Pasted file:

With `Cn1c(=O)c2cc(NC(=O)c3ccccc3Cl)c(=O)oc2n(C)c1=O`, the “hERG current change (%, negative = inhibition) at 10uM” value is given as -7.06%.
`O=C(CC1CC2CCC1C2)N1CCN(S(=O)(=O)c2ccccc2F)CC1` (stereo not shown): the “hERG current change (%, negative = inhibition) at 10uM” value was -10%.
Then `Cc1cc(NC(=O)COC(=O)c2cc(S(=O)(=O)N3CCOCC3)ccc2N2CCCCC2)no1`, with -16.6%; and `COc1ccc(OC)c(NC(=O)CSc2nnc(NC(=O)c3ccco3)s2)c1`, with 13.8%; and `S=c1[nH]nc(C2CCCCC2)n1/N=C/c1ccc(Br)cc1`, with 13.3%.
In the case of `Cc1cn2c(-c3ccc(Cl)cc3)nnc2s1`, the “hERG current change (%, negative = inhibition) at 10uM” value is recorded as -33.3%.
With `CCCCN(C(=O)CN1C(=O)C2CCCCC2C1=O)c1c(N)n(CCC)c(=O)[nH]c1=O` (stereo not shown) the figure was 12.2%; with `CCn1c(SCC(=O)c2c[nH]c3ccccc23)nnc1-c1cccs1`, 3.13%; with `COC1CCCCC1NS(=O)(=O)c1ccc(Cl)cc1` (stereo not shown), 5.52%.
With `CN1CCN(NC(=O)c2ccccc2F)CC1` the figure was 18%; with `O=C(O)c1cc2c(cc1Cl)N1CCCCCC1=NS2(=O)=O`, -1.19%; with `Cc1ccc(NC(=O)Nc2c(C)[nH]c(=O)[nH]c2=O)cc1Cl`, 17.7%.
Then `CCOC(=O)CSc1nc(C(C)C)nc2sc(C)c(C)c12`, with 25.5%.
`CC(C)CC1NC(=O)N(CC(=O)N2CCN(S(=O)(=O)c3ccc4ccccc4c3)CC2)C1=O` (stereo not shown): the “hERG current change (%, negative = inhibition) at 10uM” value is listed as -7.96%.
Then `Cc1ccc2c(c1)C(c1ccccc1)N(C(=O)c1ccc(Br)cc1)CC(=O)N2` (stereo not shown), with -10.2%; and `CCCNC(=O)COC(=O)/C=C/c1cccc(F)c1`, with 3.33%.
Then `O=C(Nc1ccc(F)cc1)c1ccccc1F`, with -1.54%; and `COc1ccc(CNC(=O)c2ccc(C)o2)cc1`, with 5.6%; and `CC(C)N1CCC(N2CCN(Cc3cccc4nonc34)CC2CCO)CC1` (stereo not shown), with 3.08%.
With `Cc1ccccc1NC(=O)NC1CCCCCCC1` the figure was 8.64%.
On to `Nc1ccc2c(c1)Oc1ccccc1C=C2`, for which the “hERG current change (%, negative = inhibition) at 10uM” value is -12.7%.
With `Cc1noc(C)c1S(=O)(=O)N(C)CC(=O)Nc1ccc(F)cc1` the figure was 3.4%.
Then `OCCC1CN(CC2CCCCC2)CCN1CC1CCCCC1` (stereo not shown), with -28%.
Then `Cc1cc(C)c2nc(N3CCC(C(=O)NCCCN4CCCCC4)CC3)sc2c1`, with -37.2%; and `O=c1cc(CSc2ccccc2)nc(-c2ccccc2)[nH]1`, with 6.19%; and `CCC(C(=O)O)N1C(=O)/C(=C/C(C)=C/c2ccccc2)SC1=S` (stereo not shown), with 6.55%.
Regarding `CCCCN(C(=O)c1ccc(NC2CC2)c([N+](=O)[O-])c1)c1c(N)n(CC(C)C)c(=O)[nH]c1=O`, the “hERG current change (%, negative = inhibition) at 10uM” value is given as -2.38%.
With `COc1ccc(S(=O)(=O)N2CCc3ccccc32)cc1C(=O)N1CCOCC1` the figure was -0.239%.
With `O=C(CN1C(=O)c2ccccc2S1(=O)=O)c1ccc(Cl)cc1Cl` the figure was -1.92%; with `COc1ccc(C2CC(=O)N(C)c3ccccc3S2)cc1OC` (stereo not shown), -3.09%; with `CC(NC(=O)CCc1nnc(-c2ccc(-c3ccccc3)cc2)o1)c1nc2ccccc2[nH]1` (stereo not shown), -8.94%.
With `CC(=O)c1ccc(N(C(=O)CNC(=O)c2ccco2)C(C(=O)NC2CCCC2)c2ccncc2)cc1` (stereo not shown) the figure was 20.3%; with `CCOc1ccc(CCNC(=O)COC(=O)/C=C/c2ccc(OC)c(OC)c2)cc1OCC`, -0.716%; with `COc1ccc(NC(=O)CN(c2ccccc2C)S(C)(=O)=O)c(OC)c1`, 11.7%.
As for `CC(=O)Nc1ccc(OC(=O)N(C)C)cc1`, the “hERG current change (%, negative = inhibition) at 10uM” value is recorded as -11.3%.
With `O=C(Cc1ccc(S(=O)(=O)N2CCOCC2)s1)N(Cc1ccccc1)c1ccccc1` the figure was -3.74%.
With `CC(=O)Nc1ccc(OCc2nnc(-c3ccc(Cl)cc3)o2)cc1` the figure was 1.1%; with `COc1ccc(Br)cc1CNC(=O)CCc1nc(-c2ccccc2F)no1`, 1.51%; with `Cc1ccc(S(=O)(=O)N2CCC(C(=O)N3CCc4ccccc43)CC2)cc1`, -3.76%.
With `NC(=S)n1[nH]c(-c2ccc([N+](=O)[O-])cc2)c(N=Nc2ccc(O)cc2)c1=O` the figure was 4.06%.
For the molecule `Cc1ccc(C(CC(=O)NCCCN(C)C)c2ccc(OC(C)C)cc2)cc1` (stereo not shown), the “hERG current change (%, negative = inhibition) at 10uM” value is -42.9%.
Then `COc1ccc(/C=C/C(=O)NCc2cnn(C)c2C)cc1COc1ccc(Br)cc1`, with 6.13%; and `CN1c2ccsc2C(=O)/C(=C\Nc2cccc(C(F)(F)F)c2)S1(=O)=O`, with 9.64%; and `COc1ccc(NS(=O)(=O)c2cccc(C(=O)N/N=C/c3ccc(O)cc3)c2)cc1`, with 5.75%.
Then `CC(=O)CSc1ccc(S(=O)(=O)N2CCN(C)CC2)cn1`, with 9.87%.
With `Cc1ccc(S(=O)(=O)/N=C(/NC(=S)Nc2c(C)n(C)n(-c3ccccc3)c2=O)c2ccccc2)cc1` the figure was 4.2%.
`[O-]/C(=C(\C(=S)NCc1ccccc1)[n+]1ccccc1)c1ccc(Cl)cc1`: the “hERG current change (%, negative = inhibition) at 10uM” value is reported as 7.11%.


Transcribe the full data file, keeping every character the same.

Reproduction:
With `Cn1c(=O)c2cc(NC(=O)c3ccccc3Cl)c(=O)oc2n(C)c1=O`, the “hERG current change (%, negative = inhibition) at 10uM” value is given as -7.06%.
`O=C(CC1CC2CCC1C2)N1CCN(S(=O)(=O)c2ccccc2F)CC1` (stereo not shown): the “hERG current change (%, negative = inhibition) at 10uM” value was -10%.
Then `Cc1cc(NC(=O)COC(=O)c2cc(S(=O)(=O)N3CCOCC3)ccc2N2CCCCC2)no1`, with -16.6%; and `COc1ccc(OC)c(NC(=O)CSc2nnc(NC(=O)c3ccco3)s2)c1`, with 13.8%; and `S=c1[nH]nc(C2CCCCC2)n1/N=C/c1ccc(Br)cc1`, with 13.3%.
In the case of `Cc1cn2c(-c3ccc(Cl)cc3)nnc2s1`, the “hERG current change (%, negative = inhibition) at 10uM” value is recorded as -33.3%.
With `CCCCN(C(=O)CN1C(=O)C2CCCCC2C1=O)c1c(N)n(CCC)c(=O)[nH]c1=O` (stereo not shown) the figure was 12.2%; with `CCn1c(SCC(=O)c2c[nH]c3ccccc23)nnc1-c1cccs1`, 3.13%; with `COC1CCCCC1NS(=O)(=O)c1ccc(Cl)cc1` (stereo not shown), 5.52%.
With `CN1CCN(NC(=O)c2ccccc2F)CC1` the figure was 18%; with `O=C(O)c1cc2c(cc1Cl)N1CCCCCC1=NS2(=O)=O`, -1.19%; with `Cc1ccc(NC(=O)Nc2c(C)[nH]c(=O)[nH]c2=O)cc1Cl`, 17.7%.
Then `CCOC(=O)CSc1nc(C(C)C)nc2sc(C)c(C)c12`, with 25.5%.
`CC(C)CC1NC(=O)N(CC(=O)N2CCN(S(=O)(=O)c3ccc4ccccc4c3)CC2)C1=O` (stereo not shown): the “hERG current change (%, negative = inhibition) at 10uM” value is listed as -7.96%.
Then `Cc1ccc2c(c1)C(c1ccccc1)N(C(=O)c1ccc(Br)cc1)CC(=O)N2` (stereo not shown), with -10.2%; and `CCCNC(=O)COC(=O)/C=C/c1cccc(F)c1`, with 3.33%.
Then `O=C(Nc1ccc(F)cc1)c1ccccc1F`, with -1.54%; and `COc1ccc(CNC(=O)c2ccc(C)o2)cc1`, with 5.6%; and `CC(C)N1CCC(N2CCN(Cc3cccc4nonc34)CC2CCO)CC1` (stereo not shown), with 3.08%.
With `Cc1ccccc1NC(=O)NC1CCCCCCC1` the figure was 8.64%.
On to `Nc1ccc2c(c1)Oc1ccccc1C=C2`, for which the “hERG current change (%, negative = inhibition) at 10uM” value is -12.7%.
With `Cc1noc(C)c1S(=O)(=O)N(C)CC(=O)Nc1ccc(F)cc1` the figure was 3.4%.
Then `OCCC1CN(CC2CCCCC2)CCN1CC1CCCCC1` (stereo not shown), with -28%.
Then `Cc1cc(C)c2nc(N3CCC(C(=O)NCCCN4CCCCC4)CC3)sc2c1`, with -37.2%; and `O=c1cc(CSc2ccccc2)nc(-c2ccccc2)[nH]1`, with 6.19%; and `CCC(C(=O)O)N1C(=O)/C(=C/C(C)=C/c2ccccc2)SC1=S` (stereo not shown), with 6.55%.
Regarding `CCCCN(C(=O)c1ccc(NC2CC2)c([N+](=O)[O-])c1)c1c(N)n(CC(C)C)c(=O)[nH]c1=O`, the “hERG current change (%, negative = inhibition) at 10uM” value is given as -2.38%.
With `COc1ccc(S(=O)(=O)N2CCc3ccccc32)cc1C(=O)N1CCOCC1` the figure was -0.239%.
With `O=C(CN1C(=O)c2ccccc2S1(=O)=O)c1ccc(Cl)cc1Cl` the figure was -1.92%; with `COc1ccc(C2CC(=O)N(C)c3ccccc3S2)cc1OC` (stereo not shown), -3.09%; with `CC(NC(=O)CCc1nnc(-c2ccc(-c3ccccc3)cc2)o1)c1nc2ccccc2[nH]1` (stereo not shown), -8.94%.
With `CC(=O)c1ccc(N(C(=O)CNC(=O)c2ccco2)C(C(=O)NC2CCCC2)c2ccncc2)cc1` (stereo not shown) the figure was 20.3%; with `CCOc1ccc(CCNC(=O)COC(=O)/C=C/c2ccc(OC)c(OC)c2)cc1OCC`, -0.716%; with `COc1ccc(NC(=O)CN(c2ccccc2C)S(C)(=O)=O)c(OC)c1`, 11.7%.
As for `CC(=O)Nc1ccc(OC(=O)N(C)C)cc1`, the “hERG current change (%, negative = inhibition) at 10uM” value is recorded as -11.3%.
With `O=C(Cc1ccc(S(=O)(=O)N2CCOCC2)s1)N(Cc1ccccc1)c1ccccc1` the figure was -3.74%.
With `CC(=O)Nc1ccc(OCc2nnc(-c3ccc(Cl)cc3)o2)cc1` the figure was 1.1%; with `COc1ccc(Br)cc1CNC(=O)CCc1nc(-c2ccccc2F)no1`, 1.51%; with `Cc1ccc(S(=O)(=O)N2CCC(C(=O)N3CCc4ccccc43)CC2)cc1`, -3.76%.
With `NC(=S)n1[nH]c(-c2ccc([N+](=O)[O-])cc2)c(N=Nc2ccc(O)cc2)c1=O` the figure was 4.06%.
For the molecule `Cc1ccc(C(CC(=O)NCCCN(C)C)c2ccc(OC(C)C)cc2)cc1` (stereo not shown), the “hERG current change (%, negative = inhibition) at 10uM” value is -42.9%.
Then `COc1ccc(/C=C/C(=O)NCc2cnn(C)c2C)cc1COc1ccc(Br)cc1`, with 6.13%; and `CN1c2ccsc2C(=O)/C(=C\Nc2cccc(C(F)(F)F)c2)S1(=O)=O`, with 9.64%; and `COc1ccc(NS(=O)(=O)c2cccc(C(=O)N/N=C/c3ccc(O)cc3)c2)cc1`, with 5.75%.
Then `CC(=O)CSc1ccc(S(=O)(=O)N2CCN(C)CC2)cn1`, with 9.87%.
With `Cc1ccc(S(=O)(=O)/N=C(/NC(=S)Nc2c(C)n(C)n(-c3ccccc3)c2=O)c2ccccc2)cc1` the figure was 4.2%.
`[O-]/C(=C(\C(=S)NCc1ccccc1)[n+]1ccccc1)c1ccc(Cl)cc1`: the “hERG current change (%, negative = inhibition) at 10uM” value is reported as 7.11%.